Why do we do this? Well, because we’re reliably informed that the people we are killing are members of the Templars or are working for them, which is apparently a group of Very Bad People, and not like the Assassins, who are much better, apparently. London under Templar control is bad, apparently, and under Assassin control we are told it will be better for everyone, though we never really find out why.

Your credentials for being on the side of righteousness seem to stem from the fact that when you meet famous historical figures like Charles Darwin or Florence Nightingale they seem to like you and let you help them out in various ways (usually but not exclusively related to stabbing people). The rationale presumably being that since Charles Darwin is a great man slashing throats at his behest reflects well on our heroes.

Even in these interactions however the game is painfully noncommittal, for example your characters in Assassin’s Creed: Syndicate will happily to kill police officers for Karl Marx, but they don’t actually join the Worker’s Party, because heaven help us if it turned out that either of our heroes did anything that might suggest an underlying ideology.

It feels very much that when a developer is so timid in attaching defining ideological or political qualities to the characters or groups in the game then Assassin’s Creed: Syndicate is what you end up with. There is no sense that your characters stand for anything, at least not intentionally. Instead your hero or heroine wanders around a genuinely beautiful rendition of Victorian London trying their absolute level best to not offend the sensibilities of anybody (while stabbing people).

By contrast something like Saints Row 3 handles this sort of system altogether better. Saints Row 3 works along a set of almost identical mechanics for how the struggle for control of the city plays out; do an activity, claim an area then watch your minions move in. However what Saints Row 3 does is cast you as an anti-hero. The design is self-aware enough to know that you can’t treat somebody as a regular hero if their most common form of interaction with other people is to kill them in cold blood. Your character is motivated by revenge and by greed, which is probably terrible karma but at least it gives you a sense of your characters purpose.

Another approach is to have the antagonists of the story carry the political weight and let the motivations of the heroes become ennobled by the contrast. The best example of this is a game called The Saboteur. By setting the game in occupied Paris during World War Two, ensuring that everybody you kill is a Nazi or Nazi collaborator, everything is good clean fun. We know that Nazis are bad and the game doesn’t need to go to great lengths to explain why, it’s accepted ideological shorthand. Another example of this is Blazkowicz, the hero in the Wolfenstein games; here the character is not engaging because he delights in ruthlessly slaughtering people, he is engaging because he delights in ruthlessly slaughtering Nazis.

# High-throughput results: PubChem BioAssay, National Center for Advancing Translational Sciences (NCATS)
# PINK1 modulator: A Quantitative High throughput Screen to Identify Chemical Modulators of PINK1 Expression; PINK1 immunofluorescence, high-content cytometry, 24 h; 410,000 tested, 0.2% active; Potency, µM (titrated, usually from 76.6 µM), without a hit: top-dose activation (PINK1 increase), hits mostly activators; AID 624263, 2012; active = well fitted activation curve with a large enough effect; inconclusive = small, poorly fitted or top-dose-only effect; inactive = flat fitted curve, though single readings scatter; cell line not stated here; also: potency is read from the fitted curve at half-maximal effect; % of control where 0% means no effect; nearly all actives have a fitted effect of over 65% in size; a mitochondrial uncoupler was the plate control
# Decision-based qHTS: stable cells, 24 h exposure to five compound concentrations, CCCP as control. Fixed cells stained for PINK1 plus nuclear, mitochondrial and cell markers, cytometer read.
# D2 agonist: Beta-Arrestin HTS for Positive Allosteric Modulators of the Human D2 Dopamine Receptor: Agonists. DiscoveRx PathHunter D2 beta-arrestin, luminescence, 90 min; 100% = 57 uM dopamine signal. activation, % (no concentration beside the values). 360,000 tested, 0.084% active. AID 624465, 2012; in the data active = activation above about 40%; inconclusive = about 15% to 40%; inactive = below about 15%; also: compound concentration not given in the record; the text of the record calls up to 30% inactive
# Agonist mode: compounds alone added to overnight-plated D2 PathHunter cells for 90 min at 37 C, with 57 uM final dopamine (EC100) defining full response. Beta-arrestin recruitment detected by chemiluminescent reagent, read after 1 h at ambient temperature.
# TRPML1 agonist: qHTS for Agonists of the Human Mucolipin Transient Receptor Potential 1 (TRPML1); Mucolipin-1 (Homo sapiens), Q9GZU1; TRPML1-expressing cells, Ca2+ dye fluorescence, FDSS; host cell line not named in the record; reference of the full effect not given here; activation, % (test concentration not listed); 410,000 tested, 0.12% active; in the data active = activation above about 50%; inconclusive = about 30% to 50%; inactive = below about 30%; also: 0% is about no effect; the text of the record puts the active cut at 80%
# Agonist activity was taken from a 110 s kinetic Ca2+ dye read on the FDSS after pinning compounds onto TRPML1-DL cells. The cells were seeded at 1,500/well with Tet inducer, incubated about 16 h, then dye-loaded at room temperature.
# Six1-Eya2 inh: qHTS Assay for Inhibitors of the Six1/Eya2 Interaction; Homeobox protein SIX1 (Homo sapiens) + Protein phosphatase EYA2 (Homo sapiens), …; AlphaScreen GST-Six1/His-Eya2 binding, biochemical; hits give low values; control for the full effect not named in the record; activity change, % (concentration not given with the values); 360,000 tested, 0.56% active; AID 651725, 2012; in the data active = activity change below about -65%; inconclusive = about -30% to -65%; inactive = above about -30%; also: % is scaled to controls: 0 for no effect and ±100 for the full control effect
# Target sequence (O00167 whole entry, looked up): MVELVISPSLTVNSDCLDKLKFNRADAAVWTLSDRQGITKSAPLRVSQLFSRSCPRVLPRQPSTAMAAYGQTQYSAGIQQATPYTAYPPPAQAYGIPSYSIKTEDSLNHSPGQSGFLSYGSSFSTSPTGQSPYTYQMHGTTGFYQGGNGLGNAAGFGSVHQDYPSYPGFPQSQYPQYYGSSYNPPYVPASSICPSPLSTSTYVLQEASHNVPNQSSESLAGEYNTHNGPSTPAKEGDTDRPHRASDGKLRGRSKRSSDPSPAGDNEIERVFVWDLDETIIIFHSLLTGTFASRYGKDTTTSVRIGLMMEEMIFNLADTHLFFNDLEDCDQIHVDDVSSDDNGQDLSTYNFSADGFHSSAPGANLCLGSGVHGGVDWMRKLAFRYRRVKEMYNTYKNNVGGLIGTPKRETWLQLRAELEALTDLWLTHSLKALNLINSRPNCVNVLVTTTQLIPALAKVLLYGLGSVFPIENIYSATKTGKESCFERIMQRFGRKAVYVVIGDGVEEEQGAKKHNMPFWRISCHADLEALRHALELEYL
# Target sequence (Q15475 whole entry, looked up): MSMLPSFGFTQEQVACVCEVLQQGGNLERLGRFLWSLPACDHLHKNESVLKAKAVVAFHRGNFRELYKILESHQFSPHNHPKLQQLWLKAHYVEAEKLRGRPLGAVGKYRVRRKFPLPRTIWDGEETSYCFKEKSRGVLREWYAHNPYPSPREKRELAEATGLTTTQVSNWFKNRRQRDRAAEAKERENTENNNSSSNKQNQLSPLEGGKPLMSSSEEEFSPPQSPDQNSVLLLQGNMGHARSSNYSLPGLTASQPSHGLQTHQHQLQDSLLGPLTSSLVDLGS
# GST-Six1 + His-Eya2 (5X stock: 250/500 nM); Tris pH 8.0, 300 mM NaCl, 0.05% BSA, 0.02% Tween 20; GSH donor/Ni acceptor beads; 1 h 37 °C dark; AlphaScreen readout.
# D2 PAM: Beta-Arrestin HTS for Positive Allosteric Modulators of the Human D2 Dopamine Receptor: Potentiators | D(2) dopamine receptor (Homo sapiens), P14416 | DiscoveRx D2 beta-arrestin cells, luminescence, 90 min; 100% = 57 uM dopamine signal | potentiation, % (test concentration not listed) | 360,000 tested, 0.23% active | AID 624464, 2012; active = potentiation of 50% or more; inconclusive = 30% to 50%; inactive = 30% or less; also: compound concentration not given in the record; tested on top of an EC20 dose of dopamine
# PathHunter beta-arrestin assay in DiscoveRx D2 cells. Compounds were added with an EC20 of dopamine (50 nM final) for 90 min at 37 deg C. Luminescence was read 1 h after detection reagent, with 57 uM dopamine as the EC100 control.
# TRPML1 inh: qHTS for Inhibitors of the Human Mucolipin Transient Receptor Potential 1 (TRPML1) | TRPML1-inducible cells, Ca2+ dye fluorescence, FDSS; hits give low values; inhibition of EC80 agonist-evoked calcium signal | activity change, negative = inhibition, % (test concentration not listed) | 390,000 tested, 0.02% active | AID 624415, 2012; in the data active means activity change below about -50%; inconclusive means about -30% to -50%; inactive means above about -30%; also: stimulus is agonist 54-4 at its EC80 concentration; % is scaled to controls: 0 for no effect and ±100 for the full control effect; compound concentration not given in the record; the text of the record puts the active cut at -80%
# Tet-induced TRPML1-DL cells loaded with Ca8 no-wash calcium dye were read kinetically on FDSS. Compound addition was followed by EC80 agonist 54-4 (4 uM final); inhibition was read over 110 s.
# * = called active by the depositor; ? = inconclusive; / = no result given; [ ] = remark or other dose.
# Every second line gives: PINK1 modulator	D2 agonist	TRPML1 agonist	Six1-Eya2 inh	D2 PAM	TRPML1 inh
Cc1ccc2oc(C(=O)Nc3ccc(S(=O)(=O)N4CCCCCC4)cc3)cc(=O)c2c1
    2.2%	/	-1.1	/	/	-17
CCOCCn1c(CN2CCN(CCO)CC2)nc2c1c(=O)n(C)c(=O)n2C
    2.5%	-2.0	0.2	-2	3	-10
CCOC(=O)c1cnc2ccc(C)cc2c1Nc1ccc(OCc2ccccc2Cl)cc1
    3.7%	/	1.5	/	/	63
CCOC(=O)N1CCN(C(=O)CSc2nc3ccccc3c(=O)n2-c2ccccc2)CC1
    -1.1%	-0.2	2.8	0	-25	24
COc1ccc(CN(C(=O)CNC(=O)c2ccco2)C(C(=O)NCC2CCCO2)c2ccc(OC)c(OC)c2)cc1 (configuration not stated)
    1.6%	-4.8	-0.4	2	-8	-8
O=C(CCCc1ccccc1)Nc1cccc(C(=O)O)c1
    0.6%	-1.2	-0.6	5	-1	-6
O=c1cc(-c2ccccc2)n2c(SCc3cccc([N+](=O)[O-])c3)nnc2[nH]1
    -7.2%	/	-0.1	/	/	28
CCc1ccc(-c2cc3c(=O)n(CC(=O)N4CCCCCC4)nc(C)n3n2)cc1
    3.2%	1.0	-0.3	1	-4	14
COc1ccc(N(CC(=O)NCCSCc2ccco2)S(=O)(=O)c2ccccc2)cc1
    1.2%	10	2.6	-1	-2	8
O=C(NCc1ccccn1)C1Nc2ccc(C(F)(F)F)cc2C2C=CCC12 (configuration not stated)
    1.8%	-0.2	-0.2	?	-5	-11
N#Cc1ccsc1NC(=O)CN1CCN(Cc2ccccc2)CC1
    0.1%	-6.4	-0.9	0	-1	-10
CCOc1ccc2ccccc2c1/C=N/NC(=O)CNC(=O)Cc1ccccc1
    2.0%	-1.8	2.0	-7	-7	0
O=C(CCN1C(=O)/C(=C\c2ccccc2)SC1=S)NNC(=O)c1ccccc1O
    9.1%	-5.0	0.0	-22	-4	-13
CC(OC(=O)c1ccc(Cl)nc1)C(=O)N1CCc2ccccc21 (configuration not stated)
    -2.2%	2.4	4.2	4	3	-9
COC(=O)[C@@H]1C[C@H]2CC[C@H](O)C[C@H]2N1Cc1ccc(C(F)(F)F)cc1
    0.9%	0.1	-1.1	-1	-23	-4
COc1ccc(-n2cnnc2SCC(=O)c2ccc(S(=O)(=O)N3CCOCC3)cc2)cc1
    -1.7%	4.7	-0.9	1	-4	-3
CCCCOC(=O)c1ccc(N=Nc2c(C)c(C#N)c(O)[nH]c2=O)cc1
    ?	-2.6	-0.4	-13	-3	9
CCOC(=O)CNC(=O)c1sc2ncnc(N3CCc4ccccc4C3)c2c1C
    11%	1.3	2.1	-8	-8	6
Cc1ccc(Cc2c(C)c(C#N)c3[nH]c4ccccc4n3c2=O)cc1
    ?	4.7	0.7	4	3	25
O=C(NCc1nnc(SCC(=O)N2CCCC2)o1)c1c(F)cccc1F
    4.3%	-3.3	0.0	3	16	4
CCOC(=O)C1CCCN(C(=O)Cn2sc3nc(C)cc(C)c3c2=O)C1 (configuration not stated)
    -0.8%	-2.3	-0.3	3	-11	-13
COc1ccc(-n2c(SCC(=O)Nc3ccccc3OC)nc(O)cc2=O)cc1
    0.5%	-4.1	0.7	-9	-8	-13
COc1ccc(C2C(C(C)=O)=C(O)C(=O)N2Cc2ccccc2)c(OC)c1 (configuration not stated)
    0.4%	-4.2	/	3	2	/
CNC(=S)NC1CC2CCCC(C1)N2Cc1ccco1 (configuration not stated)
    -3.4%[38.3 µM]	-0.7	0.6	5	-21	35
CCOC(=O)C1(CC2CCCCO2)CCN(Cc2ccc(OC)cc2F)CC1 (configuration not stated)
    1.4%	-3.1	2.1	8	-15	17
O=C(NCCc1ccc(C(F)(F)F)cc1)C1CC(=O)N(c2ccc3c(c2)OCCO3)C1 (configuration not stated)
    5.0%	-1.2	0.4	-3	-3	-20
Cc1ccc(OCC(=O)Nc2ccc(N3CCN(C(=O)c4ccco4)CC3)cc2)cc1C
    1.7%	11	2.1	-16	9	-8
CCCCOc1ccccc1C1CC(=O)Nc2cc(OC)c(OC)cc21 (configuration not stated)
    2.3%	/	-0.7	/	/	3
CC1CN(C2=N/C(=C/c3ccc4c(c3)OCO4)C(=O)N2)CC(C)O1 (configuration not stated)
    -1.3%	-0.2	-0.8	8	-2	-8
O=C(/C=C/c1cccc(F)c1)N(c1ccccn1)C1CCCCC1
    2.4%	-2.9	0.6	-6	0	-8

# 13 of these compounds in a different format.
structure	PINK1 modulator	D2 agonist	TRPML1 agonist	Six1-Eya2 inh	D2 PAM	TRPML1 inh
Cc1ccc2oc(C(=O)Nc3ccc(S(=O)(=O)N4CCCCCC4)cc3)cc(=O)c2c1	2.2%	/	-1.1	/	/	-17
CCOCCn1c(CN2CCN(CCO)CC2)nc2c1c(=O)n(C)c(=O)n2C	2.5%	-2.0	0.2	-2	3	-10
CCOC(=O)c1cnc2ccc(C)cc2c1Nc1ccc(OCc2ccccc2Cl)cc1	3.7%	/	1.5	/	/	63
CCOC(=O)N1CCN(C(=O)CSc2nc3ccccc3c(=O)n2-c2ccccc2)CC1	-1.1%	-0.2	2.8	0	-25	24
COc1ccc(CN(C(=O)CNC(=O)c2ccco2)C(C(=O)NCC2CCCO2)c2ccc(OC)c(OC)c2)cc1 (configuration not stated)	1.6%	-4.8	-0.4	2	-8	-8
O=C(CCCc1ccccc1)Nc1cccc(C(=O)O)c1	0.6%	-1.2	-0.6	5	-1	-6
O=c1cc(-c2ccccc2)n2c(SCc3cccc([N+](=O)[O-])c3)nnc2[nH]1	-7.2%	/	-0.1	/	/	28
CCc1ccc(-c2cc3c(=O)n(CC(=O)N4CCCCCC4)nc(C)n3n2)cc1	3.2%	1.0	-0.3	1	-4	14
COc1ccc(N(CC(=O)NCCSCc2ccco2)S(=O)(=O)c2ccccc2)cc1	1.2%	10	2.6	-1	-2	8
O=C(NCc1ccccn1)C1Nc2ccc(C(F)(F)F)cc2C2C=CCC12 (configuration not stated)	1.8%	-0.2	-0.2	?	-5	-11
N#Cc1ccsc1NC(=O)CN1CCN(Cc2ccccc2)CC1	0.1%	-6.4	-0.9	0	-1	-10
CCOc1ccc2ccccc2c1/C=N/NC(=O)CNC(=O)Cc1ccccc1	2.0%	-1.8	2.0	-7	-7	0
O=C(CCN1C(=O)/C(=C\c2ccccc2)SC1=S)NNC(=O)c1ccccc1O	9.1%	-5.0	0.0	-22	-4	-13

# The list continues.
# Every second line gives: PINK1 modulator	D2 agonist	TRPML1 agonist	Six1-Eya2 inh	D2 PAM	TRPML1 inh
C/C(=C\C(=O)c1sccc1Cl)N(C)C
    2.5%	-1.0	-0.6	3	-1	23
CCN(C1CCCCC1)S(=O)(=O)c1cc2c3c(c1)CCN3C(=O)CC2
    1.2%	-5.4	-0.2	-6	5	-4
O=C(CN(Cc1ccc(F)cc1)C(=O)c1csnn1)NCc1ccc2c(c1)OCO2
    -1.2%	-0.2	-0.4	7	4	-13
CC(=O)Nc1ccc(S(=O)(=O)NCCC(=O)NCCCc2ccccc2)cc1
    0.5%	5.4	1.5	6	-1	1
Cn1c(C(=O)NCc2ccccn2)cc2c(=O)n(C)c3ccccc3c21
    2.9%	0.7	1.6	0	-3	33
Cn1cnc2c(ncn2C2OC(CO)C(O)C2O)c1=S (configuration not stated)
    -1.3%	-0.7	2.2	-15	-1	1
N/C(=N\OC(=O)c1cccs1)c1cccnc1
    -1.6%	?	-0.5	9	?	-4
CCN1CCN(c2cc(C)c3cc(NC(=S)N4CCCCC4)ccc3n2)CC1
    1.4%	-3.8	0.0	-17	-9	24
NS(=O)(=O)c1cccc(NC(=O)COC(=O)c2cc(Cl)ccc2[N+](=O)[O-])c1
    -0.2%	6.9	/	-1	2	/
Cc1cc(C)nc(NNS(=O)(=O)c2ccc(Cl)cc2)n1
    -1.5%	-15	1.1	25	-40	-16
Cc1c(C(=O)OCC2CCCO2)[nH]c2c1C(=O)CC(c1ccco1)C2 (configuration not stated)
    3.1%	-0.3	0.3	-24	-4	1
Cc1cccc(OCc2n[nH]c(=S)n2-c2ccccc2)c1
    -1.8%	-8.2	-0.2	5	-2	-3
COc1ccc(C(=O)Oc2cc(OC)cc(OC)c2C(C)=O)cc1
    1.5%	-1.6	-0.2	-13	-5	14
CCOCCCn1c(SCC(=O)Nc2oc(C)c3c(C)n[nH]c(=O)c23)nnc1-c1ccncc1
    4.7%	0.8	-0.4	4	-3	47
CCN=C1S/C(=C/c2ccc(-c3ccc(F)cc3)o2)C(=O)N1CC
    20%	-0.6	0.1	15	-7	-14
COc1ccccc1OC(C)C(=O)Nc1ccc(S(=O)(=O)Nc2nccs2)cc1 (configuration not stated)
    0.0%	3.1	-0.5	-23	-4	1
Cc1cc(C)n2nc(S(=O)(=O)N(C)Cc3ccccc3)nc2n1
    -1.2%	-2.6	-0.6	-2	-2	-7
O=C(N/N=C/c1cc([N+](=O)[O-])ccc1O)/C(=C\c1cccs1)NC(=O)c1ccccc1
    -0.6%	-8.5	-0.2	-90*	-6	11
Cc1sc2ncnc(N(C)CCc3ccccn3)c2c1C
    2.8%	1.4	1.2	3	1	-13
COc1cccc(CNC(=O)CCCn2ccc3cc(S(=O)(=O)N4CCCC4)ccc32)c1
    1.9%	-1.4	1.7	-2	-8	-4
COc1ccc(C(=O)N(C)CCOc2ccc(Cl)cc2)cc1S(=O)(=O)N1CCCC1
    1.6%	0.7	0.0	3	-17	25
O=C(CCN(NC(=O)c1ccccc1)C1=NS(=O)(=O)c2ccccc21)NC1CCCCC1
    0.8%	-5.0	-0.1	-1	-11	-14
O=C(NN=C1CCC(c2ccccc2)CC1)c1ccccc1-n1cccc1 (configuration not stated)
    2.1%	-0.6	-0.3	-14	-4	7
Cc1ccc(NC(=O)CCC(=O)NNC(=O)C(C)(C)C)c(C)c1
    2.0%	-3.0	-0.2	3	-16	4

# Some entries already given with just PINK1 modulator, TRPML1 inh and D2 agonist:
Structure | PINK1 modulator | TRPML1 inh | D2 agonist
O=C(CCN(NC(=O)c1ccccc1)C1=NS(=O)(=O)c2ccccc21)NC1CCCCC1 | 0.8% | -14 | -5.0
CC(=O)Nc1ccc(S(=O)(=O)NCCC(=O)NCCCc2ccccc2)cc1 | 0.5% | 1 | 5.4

When it comes to games set in World War Two it is still possible to mess things up when trying to be even handed. For example Company of Heroes 2, a strategy game set on the Russian Front, takes such pains to remind us of the ruthlessness of the Soviets that it ends up accidentally making the fascists look like the heroes. The trick would seem to be when approaching a historical situation with a clear villain then you don’t need to be even handed. It’s a videogame where tanks have health bars after all, not a history book.

Of course it can be argued that none of this ideological and political emptiness in Assassin’s Creed: Syndicate makes it any less fun, and to a point this is true. The mechanical elements of the game are not affected by the motivations of the character but the connection between player and character is. As such the motivation to keep playing over hours and hours of repetitive activities suffers badly. This is a problem that past Assassin’s Creed games have not been too troubled by, for instance in Black Flag, the hero was a pirate and his ideology based around the consumption of rum, accumulation of doubloons and shooting cannonballs at the Spanish navy made complete sense.

If a game is going to base itself around important events in the lives of its characters it has to make those characters stand for something. It may not be something every player or potential player agrees with, but it’s certainly more entertaining than watching somebody sit on a fence (and stab people).

Phil Hartup is a freelance journalist with an interest in video gaming and culture